The History of That Ingenious Gentleman, Don Quijote de la Mancha

By Miguel De Cervantes Saavedra; Burton Raffel | Go to book overview

conquest, they have transformed your husband's face into this, which you say belongs to the duke's footman. Listen to me and, in spite of my enemies' wickedness, marry him, for without a doubt he is truly the man you wanted for your husband."

Hearing this, the duke was so wracked with laughter that his anger disappeared, and he said:

"Such exceedingly strange things happen to my lord Don Quijote, that I'm tempted to believe this footman of mine is really someone else; but let's try this way of getting around the problem: let the wedding wait for two weeks, if that's agreeable, and let's keep this person about whom we're so unsure under lock and key, and we'll see whether or not he turns back into who he really is, because I don't imagine these magicians' ill-will toward Don Quijote will last quite that long, especially once they see how little good all these tricks and transformations have done them."

"Oh my lord!" said Sancho, "these scoundrels are always changing one thing into something else, when it comes to my master. A knight my master conquered, a while ago, called the Knight of the Mirrors, was turned into Samson Carrasco, the college graduate, who lives in our village and is our great friend, and for me they turned my lady Dulcinea del Toboso into a plain country girl, and so I guess this footman will have to live and die a footman, the rest of his life."

To which Doña Rodriguez's daughter said:

"Whoever this is who's asked me to marry him, I thank him, because I'd rather be the legal wife of a footman than the rejected lover and deceived victim of a gentleman and the man who seduced me is no gentleman."

In the end, everything that had been said and done ended in Tosilos being locked up, to see how his transformation turned out; Don Quijote's triumph was universally hailed, though most of the audience were sorely disappointed, because the combatants they'd so eagerly awaited had not smashed each other to pieces, just as little boys are disappointed when the man they've come to see hanged never makes his appearance, either because the judge or the prosecuting attorney has pardoned him. Everyone went home; the duke and Don Quijote went into the castle; Tosilos went to be locked away; and Doña Rodríguez and her daughter were happy, seeing that, one way or another, their suit would end in marriage a consummation for which Tosilos was every bit as eager.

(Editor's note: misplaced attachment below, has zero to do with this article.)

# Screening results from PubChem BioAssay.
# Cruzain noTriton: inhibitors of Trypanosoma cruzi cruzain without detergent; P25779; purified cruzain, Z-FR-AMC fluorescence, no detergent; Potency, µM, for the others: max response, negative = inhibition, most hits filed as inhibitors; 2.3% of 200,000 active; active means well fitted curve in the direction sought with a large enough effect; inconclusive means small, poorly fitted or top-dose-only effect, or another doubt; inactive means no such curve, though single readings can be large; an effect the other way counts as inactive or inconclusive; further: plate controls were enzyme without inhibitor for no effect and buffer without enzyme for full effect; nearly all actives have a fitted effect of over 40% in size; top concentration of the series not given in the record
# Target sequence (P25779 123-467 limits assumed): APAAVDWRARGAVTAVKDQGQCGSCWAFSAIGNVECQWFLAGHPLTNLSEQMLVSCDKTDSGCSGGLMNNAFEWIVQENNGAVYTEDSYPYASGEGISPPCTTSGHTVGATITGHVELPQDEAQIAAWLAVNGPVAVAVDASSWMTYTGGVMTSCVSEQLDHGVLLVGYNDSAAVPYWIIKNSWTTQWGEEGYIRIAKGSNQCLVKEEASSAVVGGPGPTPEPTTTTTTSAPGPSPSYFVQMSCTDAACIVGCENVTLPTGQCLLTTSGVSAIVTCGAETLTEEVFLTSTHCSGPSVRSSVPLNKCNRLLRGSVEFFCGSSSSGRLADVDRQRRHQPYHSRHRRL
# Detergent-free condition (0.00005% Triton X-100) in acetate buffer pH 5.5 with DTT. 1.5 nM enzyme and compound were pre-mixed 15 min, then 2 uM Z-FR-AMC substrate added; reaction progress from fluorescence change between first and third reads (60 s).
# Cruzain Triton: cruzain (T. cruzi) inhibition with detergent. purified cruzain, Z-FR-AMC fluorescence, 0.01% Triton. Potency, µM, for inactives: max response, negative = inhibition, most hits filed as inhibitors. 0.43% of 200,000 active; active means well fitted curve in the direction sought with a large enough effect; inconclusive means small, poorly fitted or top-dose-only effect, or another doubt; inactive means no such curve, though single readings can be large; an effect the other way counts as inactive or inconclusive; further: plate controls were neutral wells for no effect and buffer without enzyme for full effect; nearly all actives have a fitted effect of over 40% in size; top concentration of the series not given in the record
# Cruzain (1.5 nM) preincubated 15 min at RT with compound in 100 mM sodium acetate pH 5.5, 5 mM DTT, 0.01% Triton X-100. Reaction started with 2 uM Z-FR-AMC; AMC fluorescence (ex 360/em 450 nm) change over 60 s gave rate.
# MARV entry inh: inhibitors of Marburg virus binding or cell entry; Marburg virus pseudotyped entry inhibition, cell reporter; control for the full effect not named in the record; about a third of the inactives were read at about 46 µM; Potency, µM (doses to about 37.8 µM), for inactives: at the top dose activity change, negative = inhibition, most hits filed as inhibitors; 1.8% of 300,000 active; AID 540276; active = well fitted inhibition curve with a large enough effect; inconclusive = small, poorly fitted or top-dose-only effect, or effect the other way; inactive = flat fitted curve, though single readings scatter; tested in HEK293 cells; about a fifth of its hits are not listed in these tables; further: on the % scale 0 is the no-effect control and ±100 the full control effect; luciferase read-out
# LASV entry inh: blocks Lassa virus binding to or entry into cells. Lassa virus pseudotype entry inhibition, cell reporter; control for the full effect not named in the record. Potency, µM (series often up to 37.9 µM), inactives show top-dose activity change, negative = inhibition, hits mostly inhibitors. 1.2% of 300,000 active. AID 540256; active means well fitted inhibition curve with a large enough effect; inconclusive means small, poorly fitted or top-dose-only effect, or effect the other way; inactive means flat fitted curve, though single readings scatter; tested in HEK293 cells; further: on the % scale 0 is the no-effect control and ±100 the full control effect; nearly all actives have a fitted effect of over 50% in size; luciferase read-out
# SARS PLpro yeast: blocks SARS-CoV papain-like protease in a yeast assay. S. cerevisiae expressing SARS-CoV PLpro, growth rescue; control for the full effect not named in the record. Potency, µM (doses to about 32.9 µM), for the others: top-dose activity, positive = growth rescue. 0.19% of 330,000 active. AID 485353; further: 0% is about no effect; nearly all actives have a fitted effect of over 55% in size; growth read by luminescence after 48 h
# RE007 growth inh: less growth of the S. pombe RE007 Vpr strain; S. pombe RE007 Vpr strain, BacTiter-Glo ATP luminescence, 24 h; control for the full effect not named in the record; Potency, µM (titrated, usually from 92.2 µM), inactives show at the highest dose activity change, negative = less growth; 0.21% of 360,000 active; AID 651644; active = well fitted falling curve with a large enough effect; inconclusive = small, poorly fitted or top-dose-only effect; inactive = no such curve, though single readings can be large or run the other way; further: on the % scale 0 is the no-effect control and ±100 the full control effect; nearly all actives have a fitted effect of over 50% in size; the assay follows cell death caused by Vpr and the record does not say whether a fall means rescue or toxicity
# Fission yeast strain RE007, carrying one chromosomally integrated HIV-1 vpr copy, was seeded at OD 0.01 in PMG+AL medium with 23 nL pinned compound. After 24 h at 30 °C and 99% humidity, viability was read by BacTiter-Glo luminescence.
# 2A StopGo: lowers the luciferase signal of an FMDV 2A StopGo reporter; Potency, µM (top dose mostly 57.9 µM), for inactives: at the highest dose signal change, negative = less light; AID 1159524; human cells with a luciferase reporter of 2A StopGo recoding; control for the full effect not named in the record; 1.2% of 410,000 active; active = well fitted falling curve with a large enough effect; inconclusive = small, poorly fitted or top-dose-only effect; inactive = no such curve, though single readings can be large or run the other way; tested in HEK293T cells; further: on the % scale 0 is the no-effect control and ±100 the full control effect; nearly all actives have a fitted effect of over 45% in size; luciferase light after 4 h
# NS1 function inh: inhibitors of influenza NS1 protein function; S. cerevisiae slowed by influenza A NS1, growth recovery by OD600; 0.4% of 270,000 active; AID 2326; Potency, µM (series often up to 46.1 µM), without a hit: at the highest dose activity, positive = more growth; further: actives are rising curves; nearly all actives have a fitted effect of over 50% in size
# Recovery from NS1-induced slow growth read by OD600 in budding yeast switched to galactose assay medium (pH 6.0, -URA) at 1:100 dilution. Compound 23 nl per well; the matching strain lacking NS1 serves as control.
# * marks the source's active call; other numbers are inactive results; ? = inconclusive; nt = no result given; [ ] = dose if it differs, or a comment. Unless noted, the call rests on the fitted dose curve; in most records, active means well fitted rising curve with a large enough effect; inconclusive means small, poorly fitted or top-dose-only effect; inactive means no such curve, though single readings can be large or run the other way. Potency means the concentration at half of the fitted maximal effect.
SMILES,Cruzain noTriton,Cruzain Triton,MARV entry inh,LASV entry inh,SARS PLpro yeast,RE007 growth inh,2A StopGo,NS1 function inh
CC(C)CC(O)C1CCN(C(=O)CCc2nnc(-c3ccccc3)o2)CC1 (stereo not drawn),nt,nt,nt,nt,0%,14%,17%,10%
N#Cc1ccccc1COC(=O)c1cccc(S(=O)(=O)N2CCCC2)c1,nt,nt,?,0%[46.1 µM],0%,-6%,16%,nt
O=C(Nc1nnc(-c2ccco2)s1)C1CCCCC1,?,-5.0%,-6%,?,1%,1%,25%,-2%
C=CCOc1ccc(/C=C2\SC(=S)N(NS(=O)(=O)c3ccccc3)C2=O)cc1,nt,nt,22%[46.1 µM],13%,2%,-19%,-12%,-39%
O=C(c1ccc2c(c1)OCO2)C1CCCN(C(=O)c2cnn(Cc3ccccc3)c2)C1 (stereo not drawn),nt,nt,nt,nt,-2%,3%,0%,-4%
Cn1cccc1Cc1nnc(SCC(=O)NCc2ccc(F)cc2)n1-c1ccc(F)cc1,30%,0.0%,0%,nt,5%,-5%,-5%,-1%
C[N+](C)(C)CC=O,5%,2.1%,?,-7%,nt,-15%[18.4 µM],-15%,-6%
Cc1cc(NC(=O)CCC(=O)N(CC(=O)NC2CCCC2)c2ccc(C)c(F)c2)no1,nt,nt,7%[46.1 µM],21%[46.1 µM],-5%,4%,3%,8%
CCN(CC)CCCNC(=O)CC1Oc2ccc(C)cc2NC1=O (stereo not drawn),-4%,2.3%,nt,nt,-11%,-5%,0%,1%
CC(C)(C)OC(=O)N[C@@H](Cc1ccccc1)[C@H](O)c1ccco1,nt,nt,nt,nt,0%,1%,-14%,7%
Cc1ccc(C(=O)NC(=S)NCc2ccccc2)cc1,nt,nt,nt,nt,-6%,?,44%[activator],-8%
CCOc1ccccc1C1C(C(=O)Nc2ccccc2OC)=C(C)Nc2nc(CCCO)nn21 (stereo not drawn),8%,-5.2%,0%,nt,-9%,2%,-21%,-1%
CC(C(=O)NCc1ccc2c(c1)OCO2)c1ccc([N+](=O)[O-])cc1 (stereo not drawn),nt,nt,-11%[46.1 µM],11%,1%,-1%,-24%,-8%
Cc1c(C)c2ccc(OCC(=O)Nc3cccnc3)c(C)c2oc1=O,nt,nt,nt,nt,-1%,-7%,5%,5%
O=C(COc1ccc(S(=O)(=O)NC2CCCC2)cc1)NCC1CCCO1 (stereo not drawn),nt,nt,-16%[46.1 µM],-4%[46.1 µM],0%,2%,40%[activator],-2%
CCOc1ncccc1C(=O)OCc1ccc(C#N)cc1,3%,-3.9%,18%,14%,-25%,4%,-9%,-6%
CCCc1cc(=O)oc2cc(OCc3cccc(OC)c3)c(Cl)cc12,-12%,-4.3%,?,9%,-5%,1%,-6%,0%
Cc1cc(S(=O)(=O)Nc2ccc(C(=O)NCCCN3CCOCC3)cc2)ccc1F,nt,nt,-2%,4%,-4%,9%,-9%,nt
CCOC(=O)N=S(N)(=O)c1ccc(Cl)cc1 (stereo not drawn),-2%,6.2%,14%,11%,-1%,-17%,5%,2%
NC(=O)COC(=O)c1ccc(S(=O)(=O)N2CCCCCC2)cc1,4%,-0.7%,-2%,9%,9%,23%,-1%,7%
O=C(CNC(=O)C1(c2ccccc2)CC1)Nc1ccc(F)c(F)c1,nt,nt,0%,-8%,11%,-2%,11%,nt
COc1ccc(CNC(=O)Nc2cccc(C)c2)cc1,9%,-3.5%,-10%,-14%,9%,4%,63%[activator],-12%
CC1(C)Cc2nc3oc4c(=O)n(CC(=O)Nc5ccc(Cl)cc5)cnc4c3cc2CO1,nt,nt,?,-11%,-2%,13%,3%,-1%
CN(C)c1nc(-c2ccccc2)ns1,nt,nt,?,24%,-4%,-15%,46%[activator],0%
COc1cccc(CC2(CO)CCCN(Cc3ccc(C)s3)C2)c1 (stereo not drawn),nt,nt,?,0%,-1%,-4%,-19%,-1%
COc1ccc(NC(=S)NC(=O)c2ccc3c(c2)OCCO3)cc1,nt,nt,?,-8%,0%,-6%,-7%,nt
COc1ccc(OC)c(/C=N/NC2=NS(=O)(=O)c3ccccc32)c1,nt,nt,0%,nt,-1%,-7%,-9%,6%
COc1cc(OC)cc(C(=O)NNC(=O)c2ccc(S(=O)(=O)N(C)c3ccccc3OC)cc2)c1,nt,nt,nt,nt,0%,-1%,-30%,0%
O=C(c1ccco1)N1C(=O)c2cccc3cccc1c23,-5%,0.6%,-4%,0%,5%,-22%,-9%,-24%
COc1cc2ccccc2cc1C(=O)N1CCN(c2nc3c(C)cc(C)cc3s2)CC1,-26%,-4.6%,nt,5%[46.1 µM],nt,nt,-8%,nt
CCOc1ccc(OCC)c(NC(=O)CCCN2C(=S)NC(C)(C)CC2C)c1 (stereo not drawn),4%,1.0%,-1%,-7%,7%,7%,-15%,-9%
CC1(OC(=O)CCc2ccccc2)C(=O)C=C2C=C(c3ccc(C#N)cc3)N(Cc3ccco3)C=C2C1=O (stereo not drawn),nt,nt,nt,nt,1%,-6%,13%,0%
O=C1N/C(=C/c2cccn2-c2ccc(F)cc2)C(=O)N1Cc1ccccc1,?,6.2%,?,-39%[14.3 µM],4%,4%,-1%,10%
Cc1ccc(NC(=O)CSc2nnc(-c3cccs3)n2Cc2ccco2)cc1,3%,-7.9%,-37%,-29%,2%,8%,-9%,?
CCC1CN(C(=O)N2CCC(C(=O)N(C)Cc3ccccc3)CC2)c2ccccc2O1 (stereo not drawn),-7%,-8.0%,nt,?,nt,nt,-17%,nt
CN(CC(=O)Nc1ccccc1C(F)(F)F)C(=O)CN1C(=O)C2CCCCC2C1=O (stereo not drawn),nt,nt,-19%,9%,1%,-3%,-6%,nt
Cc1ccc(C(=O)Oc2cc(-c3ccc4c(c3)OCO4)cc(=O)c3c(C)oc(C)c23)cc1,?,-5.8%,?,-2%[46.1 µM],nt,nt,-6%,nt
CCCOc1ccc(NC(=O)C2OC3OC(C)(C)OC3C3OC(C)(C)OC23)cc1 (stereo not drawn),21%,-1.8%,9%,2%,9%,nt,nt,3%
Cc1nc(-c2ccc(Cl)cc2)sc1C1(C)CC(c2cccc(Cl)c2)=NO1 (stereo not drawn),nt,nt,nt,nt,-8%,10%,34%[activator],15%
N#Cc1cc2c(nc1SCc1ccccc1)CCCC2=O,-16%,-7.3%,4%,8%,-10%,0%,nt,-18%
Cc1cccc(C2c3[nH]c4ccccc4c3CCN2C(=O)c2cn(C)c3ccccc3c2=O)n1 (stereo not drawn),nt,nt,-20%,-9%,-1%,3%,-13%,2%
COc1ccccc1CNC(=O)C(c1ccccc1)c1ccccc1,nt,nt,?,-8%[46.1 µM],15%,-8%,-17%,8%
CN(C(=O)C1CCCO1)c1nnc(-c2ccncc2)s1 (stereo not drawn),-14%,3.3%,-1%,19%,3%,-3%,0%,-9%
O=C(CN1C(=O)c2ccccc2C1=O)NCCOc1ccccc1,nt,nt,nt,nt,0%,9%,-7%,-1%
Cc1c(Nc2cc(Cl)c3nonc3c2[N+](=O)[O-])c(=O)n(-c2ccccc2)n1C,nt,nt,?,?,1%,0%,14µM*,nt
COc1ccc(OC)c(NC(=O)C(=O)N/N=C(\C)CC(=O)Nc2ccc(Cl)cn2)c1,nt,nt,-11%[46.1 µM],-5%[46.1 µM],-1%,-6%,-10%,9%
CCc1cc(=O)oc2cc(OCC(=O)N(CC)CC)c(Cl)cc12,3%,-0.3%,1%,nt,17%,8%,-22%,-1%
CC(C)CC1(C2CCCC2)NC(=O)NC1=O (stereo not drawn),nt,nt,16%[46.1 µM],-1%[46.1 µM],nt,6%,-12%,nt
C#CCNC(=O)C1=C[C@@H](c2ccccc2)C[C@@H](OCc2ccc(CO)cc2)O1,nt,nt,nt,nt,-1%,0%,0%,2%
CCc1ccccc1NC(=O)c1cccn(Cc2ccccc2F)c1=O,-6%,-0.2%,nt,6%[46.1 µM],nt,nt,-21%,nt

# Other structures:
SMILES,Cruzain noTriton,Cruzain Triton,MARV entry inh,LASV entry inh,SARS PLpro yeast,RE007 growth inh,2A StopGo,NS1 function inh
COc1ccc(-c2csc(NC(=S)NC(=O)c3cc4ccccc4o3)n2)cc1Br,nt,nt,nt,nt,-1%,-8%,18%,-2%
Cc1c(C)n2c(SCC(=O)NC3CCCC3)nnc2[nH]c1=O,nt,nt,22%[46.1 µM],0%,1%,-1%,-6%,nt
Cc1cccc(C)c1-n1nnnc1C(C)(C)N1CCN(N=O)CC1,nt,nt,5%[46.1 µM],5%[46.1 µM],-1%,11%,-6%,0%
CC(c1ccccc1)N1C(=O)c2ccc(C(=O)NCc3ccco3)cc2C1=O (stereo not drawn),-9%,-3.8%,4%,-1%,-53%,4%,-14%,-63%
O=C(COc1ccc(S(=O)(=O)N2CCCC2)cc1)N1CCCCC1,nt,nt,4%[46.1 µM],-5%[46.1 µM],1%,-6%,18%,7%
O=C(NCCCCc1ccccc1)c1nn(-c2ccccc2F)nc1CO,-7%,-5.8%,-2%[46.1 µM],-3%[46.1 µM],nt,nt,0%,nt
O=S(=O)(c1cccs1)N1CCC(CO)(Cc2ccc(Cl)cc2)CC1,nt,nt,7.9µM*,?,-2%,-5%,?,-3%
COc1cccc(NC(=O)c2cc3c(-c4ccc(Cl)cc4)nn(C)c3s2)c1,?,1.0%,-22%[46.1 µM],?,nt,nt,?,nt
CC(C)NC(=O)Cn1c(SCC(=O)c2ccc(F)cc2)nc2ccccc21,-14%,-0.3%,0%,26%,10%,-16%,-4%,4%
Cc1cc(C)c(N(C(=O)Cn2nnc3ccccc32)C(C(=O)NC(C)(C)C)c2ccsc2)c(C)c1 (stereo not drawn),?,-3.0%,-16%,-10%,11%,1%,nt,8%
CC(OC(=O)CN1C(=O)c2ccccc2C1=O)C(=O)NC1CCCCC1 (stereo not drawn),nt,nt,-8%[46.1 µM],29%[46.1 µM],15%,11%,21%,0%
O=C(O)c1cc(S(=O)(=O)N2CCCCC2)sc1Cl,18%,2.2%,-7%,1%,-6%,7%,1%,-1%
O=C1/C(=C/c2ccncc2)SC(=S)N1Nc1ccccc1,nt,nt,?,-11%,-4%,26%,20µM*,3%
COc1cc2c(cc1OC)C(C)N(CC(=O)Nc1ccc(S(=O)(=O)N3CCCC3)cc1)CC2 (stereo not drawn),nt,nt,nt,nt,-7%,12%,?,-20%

Chapter Fifty-Seven

which deals with Don Quijote's farewell to the duke and what
happened with the wise but bold Altisidora, the duchess' maid

Don Quijote had long since decided to break away from the idleness in which he was living, there in the castle, for he thought himself mightily missed, being thus lazily shut away among all the endless comforts and pleasures furnished him, as a knight errant, by the duke and duchess, and he considered himself bound to give a close accounting to Heaven for all such idleness and sequestering of himself, so one day he begged to be

-646-

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